Louis Vuitton Men's takes Shanghai on the first stop of its SS21 tour
Last night, Virgil Abloh staged a live, audience-attended show in China's largest city, presenting his most assured vision for the French house yet.
Courtesy of Louis Vuitton
It was hard not to feel a pang of melancholic nostalgia as the models walked out of Louis Vuitton branded shipping containers in Shanghai for the brand’s SS21 menswear show. An actual real fashion show, with actual models and real guests in seats next to each other. Most were not even wearing masks, just like the good old days.
There was the familiar rush of seeing the fashion industry’s wonderful, expensive spectacle -- witnessing it secondhand over a livestream from thousands of miles away only reinforced that feeling of absence. It’s something that just can’t be captured with a fashion film, or a lookbook, or digital fashion weeks: that feeling of energy or adrenaline, and the momentousness of it all unfolding.
The story of this show began in July where the brand debuted the first part of the collection, as a film set in Paris. Then i-D Senior Fashion Editor At Large Ibrahim Kamara and Virgil Abloh -- neither was there in Shanghai -- styled up the collection, put it on shipping containers and sent it off to China’s largest city for last night’s show. It will carry on to Tokyo for the third and final part in September.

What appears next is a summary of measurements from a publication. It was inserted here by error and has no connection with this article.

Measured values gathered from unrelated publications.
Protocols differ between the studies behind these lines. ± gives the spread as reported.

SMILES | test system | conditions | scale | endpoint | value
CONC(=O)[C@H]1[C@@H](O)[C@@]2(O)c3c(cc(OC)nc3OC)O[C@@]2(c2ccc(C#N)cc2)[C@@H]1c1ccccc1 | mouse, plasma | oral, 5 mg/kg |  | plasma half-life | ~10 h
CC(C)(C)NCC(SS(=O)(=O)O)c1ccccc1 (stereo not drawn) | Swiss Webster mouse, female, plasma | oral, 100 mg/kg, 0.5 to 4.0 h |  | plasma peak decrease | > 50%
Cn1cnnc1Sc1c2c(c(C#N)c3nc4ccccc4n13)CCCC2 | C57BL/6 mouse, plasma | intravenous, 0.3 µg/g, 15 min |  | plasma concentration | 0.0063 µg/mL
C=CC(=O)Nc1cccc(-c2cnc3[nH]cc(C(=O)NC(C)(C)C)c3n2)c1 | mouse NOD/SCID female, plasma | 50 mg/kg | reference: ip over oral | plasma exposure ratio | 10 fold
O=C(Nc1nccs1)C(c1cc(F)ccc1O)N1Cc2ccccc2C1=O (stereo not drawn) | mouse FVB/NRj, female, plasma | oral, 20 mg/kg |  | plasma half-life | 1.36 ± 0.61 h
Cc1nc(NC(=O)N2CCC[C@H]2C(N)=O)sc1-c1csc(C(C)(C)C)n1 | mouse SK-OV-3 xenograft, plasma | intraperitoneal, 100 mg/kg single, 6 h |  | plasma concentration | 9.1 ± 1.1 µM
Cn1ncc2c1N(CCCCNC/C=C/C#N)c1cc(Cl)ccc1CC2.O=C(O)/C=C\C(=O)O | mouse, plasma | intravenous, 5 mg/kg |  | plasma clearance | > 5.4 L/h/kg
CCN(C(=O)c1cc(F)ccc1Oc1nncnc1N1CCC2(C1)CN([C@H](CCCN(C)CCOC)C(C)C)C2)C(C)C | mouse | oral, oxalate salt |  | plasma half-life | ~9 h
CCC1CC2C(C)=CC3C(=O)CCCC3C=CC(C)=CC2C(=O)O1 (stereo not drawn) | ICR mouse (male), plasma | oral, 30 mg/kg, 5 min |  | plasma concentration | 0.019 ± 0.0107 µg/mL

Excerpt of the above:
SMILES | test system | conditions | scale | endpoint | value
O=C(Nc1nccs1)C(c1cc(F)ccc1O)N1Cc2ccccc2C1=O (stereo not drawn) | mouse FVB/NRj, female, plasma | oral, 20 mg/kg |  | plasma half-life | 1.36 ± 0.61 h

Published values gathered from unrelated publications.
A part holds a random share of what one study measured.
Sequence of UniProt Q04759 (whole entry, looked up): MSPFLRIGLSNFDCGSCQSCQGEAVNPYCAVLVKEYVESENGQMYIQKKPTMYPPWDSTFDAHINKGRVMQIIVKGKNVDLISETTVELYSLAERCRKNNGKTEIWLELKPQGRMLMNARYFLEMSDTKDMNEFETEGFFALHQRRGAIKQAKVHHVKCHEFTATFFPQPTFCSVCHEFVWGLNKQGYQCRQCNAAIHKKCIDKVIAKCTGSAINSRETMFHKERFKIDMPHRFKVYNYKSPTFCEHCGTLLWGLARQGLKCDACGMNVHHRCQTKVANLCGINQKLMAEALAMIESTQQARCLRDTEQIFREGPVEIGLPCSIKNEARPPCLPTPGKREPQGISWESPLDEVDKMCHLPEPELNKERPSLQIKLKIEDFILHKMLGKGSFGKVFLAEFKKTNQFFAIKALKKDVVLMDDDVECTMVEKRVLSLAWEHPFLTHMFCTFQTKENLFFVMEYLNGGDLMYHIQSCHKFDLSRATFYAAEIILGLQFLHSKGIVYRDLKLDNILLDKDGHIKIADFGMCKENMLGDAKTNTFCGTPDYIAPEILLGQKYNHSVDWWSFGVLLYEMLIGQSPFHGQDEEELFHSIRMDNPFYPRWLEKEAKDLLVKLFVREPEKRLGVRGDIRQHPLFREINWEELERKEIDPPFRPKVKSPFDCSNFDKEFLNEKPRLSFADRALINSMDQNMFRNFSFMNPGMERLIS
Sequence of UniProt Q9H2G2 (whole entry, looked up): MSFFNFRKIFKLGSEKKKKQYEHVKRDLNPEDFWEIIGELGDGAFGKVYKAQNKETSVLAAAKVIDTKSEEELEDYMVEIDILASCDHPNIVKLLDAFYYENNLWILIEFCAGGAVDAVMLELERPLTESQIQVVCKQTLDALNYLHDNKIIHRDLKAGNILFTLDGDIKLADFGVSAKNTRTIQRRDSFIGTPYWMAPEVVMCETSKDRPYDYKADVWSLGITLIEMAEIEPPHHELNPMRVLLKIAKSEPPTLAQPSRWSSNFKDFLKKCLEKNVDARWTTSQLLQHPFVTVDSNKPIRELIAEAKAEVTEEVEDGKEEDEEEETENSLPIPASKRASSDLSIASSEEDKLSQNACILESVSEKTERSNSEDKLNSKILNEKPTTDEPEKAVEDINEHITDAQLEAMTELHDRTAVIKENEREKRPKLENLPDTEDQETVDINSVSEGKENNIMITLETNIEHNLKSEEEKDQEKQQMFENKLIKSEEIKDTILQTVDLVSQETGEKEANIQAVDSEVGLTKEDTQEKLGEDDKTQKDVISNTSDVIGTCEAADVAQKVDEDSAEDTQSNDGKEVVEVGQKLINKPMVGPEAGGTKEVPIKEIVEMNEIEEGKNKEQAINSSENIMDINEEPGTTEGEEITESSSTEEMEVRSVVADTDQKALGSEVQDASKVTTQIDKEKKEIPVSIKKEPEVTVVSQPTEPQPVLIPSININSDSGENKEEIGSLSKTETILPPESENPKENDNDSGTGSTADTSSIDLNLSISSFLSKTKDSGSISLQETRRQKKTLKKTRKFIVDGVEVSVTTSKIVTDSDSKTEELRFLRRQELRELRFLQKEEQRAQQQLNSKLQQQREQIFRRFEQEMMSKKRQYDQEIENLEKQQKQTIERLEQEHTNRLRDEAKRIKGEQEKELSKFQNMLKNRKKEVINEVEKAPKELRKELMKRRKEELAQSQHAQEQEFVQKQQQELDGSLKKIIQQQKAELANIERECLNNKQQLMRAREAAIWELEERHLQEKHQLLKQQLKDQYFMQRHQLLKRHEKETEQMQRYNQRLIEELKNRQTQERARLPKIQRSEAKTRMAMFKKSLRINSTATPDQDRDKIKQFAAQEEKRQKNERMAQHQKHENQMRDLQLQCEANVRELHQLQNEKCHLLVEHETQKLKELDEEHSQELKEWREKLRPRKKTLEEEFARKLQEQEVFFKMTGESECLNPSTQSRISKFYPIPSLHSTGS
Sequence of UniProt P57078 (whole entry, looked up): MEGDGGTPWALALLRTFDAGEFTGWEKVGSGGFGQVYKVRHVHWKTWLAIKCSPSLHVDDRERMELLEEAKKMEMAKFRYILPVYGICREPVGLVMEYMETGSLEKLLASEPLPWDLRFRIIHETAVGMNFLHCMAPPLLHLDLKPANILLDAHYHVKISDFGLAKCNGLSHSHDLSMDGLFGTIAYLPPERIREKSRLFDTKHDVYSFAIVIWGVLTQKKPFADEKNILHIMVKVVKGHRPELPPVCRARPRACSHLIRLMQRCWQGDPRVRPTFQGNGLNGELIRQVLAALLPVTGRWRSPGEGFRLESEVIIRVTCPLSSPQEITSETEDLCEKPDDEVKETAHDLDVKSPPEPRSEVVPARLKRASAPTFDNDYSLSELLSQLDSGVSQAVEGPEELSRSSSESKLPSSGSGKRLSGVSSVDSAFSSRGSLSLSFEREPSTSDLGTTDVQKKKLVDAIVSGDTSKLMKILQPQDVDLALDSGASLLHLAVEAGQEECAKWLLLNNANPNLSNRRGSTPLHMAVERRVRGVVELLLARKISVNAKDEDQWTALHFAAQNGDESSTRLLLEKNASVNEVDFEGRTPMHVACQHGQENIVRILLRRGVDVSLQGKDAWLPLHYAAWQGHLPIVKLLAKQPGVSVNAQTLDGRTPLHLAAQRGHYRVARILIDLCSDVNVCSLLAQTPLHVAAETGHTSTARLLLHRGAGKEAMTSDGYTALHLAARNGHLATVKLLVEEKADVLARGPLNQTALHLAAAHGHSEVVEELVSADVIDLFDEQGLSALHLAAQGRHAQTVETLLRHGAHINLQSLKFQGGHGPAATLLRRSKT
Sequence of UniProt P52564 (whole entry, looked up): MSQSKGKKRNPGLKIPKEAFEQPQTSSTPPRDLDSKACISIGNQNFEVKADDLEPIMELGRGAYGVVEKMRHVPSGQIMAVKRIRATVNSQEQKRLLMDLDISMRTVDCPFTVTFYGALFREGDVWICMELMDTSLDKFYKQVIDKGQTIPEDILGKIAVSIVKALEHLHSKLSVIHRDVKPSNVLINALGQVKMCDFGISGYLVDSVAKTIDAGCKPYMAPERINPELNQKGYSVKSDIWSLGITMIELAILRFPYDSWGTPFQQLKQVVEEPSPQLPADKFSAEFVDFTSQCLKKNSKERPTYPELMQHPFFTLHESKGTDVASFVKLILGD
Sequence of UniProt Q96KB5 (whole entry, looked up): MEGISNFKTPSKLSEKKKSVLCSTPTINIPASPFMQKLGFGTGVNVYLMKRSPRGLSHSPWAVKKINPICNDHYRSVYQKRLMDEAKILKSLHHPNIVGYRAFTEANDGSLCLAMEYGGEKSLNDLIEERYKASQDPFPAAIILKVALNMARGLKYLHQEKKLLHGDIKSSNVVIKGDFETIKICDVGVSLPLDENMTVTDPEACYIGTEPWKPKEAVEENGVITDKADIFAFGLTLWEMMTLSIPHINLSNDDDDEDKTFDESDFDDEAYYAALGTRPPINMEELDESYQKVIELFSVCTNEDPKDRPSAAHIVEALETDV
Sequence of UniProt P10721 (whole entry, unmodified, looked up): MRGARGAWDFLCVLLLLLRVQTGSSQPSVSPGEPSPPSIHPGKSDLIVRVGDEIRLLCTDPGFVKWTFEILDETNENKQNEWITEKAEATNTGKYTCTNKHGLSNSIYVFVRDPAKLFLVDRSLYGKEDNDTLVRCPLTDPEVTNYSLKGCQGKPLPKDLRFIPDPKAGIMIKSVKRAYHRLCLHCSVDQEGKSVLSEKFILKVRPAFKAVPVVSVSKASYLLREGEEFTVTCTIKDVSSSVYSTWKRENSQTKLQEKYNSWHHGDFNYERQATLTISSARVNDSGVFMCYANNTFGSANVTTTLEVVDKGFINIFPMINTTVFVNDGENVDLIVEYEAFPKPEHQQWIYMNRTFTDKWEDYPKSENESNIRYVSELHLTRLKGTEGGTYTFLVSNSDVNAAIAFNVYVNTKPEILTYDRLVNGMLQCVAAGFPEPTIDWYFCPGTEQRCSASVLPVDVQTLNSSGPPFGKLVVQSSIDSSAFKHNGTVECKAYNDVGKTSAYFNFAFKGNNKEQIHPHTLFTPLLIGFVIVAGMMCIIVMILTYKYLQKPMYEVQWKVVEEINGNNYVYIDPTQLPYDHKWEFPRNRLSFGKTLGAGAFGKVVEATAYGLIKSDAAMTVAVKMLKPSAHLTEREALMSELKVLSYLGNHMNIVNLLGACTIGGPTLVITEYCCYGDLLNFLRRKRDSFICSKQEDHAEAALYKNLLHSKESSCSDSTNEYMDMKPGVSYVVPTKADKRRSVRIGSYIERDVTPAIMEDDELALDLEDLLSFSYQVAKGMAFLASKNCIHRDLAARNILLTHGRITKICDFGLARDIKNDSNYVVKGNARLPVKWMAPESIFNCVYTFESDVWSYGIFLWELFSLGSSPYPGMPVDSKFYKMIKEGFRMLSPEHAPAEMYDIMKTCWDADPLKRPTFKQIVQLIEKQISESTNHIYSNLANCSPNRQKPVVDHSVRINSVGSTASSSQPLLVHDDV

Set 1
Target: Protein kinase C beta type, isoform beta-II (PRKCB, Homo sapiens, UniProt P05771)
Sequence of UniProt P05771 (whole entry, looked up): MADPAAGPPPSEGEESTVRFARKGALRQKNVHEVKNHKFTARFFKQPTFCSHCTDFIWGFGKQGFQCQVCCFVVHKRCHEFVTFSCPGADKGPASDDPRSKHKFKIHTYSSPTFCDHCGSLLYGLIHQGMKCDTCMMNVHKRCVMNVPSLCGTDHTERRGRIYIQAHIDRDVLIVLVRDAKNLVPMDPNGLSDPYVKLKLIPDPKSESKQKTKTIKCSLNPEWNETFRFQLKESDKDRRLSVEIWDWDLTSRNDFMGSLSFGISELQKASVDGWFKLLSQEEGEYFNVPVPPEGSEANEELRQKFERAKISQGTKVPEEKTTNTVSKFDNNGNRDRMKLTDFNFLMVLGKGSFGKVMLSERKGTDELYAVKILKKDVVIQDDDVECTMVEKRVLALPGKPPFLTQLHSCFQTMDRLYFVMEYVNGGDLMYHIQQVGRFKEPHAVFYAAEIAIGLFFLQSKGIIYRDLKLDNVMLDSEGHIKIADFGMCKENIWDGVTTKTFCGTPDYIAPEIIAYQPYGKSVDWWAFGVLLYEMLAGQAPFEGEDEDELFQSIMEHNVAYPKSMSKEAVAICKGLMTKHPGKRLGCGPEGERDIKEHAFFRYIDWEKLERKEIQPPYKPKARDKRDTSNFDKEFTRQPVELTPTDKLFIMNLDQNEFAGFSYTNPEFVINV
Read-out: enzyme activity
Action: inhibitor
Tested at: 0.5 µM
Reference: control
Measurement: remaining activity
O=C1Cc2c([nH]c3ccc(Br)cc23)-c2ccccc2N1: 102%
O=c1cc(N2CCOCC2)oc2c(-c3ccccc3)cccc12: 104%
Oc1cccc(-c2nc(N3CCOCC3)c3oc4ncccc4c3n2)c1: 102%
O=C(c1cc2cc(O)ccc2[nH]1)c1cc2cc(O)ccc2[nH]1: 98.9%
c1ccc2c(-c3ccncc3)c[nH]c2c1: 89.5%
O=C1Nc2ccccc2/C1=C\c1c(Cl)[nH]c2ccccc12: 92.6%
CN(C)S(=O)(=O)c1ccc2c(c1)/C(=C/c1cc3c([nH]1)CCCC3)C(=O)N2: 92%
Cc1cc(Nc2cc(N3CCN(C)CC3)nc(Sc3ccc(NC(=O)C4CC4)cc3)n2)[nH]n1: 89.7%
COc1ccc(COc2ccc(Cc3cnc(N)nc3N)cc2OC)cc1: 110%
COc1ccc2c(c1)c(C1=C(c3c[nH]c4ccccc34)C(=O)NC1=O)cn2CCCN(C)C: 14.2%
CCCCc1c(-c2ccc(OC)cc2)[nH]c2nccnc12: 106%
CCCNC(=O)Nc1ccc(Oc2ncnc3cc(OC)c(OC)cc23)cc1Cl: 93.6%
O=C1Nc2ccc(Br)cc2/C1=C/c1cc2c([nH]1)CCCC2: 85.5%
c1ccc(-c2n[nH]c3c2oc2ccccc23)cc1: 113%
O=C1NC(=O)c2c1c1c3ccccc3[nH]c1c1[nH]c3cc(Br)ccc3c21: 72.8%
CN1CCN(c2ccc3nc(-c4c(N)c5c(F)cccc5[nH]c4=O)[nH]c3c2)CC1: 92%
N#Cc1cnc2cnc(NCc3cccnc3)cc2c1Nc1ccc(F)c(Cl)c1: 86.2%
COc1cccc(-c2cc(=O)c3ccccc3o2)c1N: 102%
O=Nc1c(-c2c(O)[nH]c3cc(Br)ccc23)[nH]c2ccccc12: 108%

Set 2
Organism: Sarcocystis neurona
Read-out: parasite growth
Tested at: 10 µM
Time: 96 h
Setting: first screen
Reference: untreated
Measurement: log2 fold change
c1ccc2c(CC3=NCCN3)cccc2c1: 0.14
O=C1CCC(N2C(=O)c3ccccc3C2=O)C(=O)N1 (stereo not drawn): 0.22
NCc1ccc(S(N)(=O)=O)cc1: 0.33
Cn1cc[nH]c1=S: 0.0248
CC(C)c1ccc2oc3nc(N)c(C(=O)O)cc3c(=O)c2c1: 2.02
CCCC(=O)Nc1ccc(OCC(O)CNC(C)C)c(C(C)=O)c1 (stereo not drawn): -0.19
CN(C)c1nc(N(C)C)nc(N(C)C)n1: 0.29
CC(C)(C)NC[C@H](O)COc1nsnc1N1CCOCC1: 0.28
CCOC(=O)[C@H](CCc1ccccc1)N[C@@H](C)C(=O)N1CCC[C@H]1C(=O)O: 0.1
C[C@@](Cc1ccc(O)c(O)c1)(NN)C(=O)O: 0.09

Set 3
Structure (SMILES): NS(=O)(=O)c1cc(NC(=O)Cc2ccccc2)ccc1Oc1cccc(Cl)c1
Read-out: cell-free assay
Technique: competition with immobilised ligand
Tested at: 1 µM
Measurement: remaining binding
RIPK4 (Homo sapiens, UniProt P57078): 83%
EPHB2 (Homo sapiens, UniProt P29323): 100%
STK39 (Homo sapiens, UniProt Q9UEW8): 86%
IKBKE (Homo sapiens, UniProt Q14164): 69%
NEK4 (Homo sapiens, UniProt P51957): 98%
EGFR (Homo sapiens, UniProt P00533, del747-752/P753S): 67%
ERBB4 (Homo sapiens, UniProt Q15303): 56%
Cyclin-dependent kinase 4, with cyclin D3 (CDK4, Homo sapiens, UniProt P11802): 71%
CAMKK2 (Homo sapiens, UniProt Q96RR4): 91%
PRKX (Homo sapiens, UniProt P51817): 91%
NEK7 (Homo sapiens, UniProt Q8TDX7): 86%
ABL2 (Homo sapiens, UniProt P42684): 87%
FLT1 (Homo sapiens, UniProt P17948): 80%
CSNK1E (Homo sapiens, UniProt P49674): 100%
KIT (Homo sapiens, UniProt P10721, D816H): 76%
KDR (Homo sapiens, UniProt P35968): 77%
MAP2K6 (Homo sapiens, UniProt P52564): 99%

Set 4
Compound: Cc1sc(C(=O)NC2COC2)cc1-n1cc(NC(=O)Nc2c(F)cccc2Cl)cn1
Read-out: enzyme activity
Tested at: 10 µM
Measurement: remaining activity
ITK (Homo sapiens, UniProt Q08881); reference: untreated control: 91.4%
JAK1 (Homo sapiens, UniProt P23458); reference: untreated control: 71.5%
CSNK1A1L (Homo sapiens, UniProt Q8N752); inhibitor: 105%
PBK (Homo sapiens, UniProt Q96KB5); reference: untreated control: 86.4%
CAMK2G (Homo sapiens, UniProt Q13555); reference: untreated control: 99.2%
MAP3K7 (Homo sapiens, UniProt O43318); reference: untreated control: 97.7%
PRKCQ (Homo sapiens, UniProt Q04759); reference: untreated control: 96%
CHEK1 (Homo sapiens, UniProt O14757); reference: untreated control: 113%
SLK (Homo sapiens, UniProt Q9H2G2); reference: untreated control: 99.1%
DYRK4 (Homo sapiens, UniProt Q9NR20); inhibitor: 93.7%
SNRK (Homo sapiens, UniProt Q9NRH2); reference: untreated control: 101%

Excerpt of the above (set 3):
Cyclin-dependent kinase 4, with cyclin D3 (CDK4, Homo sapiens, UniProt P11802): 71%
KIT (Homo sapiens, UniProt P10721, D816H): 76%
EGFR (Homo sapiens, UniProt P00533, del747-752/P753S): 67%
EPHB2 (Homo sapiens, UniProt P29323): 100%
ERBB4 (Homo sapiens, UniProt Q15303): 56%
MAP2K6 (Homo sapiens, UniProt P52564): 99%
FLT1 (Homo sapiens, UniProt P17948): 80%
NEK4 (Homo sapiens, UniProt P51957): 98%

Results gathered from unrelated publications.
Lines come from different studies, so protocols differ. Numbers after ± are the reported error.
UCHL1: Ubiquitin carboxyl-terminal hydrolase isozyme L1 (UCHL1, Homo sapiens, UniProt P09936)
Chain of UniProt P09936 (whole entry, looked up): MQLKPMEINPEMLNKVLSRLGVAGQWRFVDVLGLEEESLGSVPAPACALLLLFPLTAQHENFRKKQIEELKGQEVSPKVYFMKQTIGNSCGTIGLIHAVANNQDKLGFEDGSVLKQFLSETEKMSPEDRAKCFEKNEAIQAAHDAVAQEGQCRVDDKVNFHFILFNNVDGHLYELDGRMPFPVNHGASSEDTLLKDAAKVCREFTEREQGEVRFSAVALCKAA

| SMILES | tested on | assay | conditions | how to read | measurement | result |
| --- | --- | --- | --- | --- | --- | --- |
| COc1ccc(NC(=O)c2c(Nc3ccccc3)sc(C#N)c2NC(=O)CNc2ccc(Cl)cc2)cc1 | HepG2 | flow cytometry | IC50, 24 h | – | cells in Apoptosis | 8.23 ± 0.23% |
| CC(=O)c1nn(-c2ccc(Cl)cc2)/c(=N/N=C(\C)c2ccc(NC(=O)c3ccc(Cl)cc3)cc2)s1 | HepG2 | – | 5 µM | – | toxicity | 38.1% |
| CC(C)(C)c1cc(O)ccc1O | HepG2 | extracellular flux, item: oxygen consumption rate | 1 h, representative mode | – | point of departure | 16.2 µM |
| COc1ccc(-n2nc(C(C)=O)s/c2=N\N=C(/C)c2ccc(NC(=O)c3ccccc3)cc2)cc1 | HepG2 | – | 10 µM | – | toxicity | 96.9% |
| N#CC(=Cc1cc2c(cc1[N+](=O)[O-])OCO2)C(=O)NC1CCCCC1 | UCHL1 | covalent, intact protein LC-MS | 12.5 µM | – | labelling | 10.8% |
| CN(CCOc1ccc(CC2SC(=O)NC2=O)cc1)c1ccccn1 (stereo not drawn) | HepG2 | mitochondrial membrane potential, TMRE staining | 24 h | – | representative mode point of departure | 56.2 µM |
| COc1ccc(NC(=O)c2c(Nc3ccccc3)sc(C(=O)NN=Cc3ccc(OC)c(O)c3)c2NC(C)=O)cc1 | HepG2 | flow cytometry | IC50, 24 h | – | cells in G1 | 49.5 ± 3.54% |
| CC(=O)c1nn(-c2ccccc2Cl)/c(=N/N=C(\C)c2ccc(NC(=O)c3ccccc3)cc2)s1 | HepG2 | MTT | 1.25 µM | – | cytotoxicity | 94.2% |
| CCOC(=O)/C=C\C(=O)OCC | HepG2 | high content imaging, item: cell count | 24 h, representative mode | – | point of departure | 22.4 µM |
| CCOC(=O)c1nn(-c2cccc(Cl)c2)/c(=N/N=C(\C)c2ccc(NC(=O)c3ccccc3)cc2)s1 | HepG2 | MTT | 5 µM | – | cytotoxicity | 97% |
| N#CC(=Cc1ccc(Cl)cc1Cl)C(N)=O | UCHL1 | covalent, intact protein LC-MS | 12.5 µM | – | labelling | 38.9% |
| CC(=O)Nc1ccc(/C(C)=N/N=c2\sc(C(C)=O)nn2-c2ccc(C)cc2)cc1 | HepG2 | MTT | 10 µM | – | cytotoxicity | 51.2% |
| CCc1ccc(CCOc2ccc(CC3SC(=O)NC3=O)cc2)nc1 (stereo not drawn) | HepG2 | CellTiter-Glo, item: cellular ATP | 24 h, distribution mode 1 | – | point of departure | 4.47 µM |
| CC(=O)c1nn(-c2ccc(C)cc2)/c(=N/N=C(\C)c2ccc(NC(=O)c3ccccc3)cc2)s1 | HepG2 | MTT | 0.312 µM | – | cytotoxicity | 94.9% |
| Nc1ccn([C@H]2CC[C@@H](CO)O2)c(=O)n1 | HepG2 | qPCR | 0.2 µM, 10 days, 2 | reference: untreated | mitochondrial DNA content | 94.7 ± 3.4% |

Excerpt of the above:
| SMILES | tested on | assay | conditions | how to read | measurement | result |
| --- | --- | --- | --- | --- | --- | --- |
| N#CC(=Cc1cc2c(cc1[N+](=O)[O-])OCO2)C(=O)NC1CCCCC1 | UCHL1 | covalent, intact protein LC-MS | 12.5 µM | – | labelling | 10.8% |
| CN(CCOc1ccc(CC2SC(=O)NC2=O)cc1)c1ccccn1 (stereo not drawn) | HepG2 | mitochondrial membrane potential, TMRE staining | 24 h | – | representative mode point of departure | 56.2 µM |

As a collection, it riffed upon, re-explored and consolidated much of the work Virgil has done at LV over the last few seasons: a foregrounding of tailoring and French savoir-faire seen from a global and diverse perspective. It’s about the power of dreams -- those recurrent cloud and Wizard of Oz motifs -- and the ability to transform yourself, to break down barriers, to ascend. As Virgil explained in a short manifesto released with the show, he sees Louis Vuitton as a platform for exploring the “ideals of inclusivity, unity and humanity… It’s my desire to imbue the traditional codes of luxury with my own progressive values.” There was definitely a touch of Walter Van Beirendonck -- his wonky frame sunglasses, cuddly toy mascots and appendages affixed to suit jackets -- in the looks presented here by Virgil too.
This season, those “progressive values” were in part about what he termed an “upcycling ideology” -- 25 looks of the collection made from recycled materials and 25 looks from previous collections, reimagined and reconditioned and given new life. It was, in part, an attempt to free some of the fashion industry from its addiction to newness and its inherent unsustainability.
All such gestures come fraught with accusations of hypocrisy but these gestures are better than none, and you would hope, speaking and thinking and looking wider than just Virgil and LV, that the fashion industry might use this moment in time to reconfigure itself into something a bit more ethically and environmentally sound. Is anything ever enough? No. But something is better than nothing.
Virgil has always been most adept at making sense of the current moment and communicating it through visual culture. Here the message Virgil wanted to communicate was simple, yet powerful: inclusivity, hope, dreams. It was not only about imagining a better future but building one. He described the collection as “a Trojan Horse for the mind”, which is exactly what he sees fashion as itself -- a way to carry subversive ideas across borders into new places.